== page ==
“You cannot lead a modern school with a lone warrior mentality”
Germany took pride in their perception that not only did their educational system provide quality of education but equality of outcome for students. Yet the results of Germany from the PISA study of 2000 published in 2001 sent shock-waves across their educational system. From this international study the acknowledgement that around 25% of German students were educationally ‘at risk’ and 10% within this group were functionally illiterate contrasted with the international recognition of Germany as providing a highly trained and skilled workforce.
Germany responded by educational reform which focused on improving educational outcome through a twin-track approach to student learning and teacher continuing professional development. Our research at Teacher Development Trust this week considers the traditional structure of the German educational and vocational system and their new approach to professional development to overcome inequalities of student outcome and their apparent success.
Within the educational system, the route to traditional secondary school is based on a three-tiered approach of students being channelled at an early stage to either Hauptschule [general secondary school with a practical emphasis], Realschule [intermediate secondary school for general and vocational education] or Gymnasium. Entry to Gymnasium being a prerequisite for access to university. [Berg, P. The German Training System, in eds. Layard, R. Mayhew, K. and Owen, G. Britain’s Training Deficit, Aldershot, Avebury, 1994]:http://www.amazon.co.uk/Britains-Training-Deficit-Economic Performance/dp/1856288781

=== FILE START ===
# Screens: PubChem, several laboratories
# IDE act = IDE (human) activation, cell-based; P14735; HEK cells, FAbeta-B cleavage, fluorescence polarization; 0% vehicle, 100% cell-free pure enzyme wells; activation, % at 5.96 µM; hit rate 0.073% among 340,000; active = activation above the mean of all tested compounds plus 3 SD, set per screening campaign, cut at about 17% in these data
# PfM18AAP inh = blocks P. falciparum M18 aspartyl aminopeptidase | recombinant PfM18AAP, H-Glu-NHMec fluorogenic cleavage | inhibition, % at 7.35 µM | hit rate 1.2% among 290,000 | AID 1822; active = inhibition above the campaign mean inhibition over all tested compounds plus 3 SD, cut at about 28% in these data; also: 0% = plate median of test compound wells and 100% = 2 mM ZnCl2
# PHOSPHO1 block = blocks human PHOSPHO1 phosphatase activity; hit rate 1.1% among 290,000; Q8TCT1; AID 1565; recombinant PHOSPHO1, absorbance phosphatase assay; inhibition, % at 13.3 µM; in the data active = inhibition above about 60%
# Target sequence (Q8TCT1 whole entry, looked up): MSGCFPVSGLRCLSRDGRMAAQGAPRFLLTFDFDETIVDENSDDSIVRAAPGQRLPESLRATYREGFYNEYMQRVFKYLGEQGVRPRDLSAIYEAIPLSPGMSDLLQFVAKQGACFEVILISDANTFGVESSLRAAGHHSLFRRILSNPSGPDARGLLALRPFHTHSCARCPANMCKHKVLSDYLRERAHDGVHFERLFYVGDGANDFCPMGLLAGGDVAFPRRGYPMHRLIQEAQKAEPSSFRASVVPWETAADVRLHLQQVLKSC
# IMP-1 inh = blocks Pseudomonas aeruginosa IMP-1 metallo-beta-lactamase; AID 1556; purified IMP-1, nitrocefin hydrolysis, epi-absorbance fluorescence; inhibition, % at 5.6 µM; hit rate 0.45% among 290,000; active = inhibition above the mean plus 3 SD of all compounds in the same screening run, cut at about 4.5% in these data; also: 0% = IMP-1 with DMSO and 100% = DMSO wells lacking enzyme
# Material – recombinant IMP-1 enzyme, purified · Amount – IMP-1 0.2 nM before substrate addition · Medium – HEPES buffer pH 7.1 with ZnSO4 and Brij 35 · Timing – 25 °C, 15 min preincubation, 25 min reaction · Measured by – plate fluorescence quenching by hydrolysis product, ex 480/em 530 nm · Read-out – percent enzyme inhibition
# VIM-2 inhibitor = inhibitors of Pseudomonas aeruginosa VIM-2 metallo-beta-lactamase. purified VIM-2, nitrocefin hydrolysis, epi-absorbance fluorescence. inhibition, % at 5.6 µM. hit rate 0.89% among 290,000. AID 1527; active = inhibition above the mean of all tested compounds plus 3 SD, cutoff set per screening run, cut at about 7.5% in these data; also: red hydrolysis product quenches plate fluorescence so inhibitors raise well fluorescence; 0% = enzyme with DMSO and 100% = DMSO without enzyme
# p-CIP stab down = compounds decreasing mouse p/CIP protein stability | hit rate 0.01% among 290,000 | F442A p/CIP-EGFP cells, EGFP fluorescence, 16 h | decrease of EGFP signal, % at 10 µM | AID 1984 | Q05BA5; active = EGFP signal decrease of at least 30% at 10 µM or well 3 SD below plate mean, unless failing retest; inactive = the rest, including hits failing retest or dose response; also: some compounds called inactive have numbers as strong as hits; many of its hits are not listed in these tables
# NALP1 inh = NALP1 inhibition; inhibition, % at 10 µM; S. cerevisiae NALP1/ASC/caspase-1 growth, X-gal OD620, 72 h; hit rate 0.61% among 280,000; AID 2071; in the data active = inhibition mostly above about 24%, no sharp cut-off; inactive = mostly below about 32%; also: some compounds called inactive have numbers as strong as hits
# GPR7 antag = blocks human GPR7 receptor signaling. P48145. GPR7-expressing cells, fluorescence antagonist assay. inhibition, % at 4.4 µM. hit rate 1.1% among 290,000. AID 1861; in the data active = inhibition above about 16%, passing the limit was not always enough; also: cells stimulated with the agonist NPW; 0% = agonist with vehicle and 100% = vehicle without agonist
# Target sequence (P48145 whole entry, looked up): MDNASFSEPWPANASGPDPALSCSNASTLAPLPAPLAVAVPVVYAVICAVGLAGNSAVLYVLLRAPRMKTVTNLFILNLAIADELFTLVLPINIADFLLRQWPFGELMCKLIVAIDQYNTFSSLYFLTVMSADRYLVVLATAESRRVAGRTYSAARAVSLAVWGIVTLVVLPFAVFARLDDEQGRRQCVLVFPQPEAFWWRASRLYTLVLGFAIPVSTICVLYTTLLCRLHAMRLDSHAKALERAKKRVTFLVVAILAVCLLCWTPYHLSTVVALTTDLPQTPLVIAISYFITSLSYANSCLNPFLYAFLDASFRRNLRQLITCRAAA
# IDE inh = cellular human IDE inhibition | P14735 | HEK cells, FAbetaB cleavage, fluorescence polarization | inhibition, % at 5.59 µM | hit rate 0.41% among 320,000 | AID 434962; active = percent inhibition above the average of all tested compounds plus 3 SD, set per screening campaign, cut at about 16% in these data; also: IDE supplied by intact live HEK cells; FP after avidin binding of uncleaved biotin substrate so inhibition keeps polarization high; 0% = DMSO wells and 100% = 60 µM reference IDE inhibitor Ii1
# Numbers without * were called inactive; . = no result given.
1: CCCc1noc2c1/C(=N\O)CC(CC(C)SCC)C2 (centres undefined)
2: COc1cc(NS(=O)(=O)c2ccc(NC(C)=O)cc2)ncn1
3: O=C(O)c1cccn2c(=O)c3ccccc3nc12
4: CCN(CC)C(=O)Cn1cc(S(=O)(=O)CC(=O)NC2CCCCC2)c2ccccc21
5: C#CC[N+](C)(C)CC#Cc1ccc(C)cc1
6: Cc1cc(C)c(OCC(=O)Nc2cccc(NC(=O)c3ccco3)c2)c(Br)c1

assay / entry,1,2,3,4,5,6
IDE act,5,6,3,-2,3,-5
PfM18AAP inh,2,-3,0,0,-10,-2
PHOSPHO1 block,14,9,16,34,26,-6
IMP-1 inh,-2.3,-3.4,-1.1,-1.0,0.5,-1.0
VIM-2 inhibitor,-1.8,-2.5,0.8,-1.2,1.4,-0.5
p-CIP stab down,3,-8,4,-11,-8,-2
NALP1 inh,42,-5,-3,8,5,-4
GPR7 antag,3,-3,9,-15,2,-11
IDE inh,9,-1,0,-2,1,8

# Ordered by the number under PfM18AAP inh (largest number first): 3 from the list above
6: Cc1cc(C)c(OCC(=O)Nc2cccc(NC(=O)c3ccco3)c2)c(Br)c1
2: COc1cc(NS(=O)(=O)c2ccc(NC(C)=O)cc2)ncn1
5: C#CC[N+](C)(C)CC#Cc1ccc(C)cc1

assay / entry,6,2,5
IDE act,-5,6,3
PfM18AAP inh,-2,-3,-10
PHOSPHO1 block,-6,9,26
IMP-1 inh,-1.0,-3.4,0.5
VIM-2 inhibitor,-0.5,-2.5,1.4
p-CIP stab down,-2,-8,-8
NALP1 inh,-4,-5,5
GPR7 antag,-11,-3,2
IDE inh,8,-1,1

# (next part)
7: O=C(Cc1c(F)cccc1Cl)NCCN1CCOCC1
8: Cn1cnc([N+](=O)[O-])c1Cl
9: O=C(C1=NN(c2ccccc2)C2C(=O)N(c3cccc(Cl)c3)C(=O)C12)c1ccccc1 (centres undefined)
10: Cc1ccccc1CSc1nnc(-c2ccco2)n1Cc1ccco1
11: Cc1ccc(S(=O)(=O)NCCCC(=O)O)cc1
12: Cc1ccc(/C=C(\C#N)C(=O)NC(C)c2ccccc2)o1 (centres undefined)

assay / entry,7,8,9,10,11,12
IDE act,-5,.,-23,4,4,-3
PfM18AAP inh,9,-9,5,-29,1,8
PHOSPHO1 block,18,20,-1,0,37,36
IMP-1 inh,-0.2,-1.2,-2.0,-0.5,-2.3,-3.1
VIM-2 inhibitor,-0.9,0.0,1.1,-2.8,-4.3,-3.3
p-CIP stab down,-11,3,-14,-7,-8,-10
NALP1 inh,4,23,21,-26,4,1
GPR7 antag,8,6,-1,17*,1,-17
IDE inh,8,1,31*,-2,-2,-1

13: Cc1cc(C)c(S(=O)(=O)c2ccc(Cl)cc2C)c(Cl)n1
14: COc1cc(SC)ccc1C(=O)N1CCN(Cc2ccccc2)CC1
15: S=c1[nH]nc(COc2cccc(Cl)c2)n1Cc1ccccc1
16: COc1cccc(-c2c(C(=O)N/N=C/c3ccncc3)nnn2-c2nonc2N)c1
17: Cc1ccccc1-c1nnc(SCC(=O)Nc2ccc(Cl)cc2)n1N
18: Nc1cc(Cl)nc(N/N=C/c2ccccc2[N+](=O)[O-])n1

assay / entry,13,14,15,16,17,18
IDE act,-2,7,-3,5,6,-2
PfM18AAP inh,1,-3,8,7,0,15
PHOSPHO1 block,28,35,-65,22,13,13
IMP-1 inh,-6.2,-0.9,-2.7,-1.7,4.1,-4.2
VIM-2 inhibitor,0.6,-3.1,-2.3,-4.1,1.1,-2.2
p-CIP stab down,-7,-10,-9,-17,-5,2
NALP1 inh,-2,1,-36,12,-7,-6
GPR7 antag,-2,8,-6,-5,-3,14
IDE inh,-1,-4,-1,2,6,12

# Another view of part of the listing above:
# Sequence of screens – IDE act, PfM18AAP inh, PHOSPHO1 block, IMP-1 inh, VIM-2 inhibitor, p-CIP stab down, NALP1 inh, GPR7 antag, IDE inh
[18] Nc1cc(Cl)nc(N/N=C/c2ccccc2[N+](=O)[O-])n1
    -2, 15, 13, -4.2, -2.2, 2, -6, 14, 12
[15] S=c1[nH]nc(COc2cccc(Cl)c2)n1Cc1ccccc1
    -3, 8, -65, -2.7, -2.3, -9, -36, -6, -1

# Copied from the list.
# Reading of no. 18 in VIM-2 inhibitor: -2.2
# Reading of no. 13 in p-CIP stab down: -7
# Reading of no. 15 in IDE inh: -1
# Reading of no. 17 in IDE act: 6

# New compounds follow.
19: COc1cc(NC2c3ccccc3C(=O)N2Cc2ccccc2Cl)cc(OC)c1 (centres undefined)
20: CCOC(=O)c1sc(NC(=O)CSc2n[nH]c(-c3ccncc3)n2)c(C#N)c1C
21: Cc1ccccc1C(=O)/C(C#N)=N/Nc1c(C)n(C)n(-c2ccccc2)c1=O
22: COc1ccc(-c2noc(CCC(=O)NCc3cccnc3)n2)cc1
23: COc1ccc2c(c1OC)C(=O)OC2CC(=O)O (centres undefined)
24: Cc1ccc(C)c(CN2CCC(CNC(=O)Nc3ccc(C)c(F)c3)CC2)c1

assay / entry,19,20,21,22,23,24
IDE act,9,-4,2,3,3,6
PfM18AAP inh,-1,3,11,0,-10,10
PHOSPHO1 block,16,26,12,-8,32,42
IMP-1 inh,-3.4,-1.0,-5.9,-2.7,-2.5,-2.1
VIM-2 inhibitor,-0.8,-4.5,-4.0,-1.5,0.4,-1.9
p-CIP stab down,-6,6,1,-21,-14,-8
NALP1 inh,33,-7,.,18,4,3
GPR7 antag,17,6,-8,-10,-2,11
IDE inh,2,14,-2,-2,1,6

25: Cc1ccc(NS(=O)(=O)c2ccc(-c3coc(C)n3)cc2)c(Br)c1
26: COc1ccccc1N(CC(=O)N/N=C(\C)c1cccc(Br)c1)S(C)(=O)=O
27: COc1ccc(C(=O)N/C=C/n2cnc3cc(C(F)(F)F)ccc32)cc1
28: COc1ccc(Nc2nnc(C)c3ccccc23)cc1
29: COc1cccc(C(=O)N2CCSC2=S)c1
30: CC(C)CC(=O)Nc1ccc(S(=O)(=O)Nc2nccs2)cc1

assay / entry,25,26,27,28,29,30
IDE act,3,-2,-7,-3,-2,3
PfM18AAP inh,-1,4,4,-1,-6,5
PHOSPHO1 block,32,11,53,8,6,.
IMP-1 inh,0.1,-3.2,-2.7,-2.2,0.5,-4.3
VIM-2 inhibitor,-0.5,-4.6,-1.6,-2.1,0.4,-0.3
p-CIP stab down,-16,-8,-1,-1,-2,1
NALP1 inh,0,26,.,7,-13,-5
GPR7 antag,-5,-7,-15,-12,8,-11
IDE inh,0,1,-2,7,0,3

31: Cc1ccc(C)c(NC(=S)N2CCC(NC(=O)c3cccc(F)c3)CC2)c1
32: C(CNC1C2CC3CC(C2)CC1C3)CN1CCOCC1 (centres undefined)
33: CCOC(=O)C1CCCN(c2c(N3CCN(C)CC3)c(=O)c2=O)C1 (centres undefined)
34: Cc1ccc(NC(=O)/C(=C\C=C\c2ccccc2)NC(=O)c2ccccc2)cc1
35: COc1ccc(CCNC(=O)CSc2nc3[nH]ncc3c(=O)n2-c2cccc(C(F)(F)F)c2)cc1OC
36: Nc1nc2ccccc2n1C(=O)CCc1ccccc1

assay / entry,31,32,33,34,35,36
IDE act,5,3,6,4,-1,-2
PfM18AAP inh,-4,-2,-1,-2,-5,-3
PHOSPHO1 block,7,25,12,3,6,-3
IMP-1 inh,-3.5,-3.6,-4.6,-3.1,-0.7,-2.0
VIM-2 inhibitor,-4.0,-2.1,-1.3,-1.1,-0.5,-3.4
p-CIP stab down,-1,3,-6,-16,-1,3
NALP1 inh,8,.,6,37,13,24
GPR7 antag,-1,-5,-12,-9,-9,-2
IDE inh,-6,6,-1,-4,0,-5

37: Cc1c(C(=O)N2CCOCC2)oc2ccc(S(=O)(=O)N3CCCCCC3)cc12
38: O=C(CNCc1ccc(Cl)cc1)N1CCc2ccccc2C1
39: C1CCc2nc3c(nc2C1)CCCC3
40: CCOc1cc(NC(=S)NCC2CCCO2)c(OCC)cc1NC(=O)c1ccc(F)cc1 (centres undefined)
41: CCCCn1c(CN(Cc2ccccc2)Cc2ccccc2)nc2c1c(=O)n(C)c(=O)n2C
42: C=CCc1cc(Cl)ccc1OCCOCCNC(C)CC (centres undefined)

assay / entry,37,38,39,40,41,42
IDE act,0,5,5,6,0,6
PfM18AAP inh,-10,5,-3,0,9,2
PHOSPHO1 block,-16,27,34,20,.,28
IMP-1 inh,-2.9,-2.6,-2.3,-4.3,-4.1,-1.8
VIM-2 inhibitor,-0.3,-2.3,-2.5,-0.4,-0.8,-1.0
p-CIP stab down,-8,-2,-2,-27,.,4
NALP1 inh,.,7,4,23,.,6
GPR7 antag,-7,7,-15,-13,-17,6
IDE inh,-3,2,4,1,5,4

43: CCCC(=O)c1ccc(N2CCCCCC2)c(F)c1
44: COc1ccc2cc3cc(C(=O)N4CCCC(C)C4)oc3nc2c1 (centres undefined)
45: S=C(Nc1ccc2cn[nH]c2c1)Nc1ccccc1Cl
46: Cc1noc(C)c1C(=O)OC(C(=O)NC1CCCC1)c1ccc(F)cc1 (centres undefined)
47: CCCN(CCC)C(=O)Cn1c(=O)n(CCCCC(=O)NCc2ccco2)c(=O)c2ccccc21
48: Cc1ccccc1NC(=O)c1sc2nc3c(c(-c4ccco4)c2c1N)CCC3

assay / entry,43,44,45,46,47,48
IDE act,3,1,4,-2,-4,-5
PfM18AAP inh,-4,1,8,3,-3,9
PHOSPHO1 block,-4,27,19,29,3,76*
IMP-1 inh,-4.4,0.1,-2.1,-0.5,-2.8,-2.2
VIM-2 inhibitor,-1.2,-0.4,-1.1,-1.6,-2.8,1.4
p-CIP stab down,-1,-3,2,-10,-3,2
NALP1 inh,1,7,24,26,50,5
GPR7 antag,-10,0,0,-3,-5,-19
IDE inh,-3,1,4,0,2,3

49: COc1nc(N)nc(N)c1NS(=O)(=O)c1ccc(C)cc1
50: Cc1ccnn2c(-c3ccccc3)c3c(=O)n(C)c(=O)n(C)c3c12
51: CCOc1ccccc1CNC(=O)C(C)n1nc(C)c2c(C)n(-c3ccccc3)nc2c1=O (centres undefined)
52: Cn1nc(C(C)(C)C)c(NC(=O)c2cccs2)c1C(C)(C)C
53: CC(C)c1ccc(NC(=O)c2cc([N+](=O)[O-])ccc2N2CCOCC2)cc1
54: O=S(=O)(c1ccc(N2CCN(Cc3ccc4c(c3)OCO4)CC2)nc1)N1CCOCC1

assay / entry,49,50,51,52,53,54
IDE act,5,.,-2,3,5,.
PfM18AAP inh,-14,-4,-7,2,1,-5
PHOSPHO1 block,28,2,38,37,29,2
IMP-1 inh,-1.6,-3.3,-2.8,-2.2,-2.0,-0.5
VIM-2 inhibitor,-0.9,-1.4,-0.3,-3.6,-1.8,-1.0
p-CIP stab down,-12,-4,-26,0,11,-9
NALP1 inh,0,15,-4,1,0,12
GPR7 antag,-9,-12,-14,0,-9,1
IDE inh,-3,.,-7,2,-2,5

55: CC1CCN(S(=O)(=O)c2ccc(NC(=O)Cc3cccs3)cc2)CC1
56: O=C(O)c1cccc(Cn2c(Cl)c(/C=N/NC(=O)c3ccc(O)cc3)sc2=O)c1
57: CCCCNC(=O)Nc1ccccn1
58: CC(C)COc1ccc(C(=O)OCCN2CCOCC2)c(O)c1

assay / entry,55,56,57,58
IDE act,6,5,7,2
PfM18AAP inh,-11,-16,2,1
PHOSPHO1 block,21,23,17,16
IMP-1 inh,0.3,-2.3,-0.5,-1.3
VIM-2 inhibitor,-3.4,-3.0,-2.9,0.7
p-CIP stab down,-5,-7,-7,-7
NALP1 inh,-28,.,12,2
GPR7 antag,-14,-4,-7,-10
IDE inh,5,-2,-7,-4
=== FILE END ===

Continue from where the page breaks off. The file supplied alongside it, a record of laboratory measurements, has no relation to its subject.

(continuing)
The transition from school-to-work is largely based on the system of apprenticeship. The German system of vocational training can be traced back to the middle ages and is a result of sustained cultivation. The industrial apprenticeship system evolved through co-operation between employers, state and employee representatives. Unlike many other countries the key link in the vocational training system is the strong tie with employers and their investment in apprenticeship training. Apprenticeship is the main entry level into the labour market within a highly regulated environment of an manufacturing and engineering based economy which has not been feasible when replicated elsewhere. [Ryan, P. The School-to-Work Transition: A Cross-National Perspective, Journal of Economic Literature, 39 , 2001, pp.34-92] Education is seen as providing the necessary skills for this modern economy.
In view of the PISA results, Germany changed its approach to education by concentrating on the support of each student to encourage individual learning opportunities. Proposals were also raised for alterations to the infrastructure such as lengthening the school day, the introduction of new educational standards and a move to a two-tiered approach to education.
Changes of practice to teacher professional development include the ability for teachers to work collaboratively to encourage innovation. The introduction of learning contracts between teachers, pupils and parents with agreed goals for students in Year 5 is an example of an initiative designed to encourage partnership. Teacher professional development now centres upon changing teacher training to address individual needs of students and to better assess the academic routes for students. The integration of internships forming part of educational learning have been utilised to integrate preparation to the working environment.
As a result of changes to practice, Germany has seen remarkable results in international attainment from being ranked 21 in 2003 to being ranked 10 in 2009 in mathematics compared with other OECD countries. From 2000 until 2009 improvements in performance for reading have been made from being ranked 23 in 2000 to being ranked 16 in 2009. Immigrant students performance has been improved by the equivalent of a school year. The proportion of at risk students also dropped from 22.6 to 18.5%. Therefore, Germany has achieved notable results in narrowing the gap of educational outcome.
Please view the video created by the Pearson Foundation in conjunction with the OECD on the attached link for an informed account of the educational reform in Germany: http://www.youtube.com/watch?v=Cf7ncuaU6Tc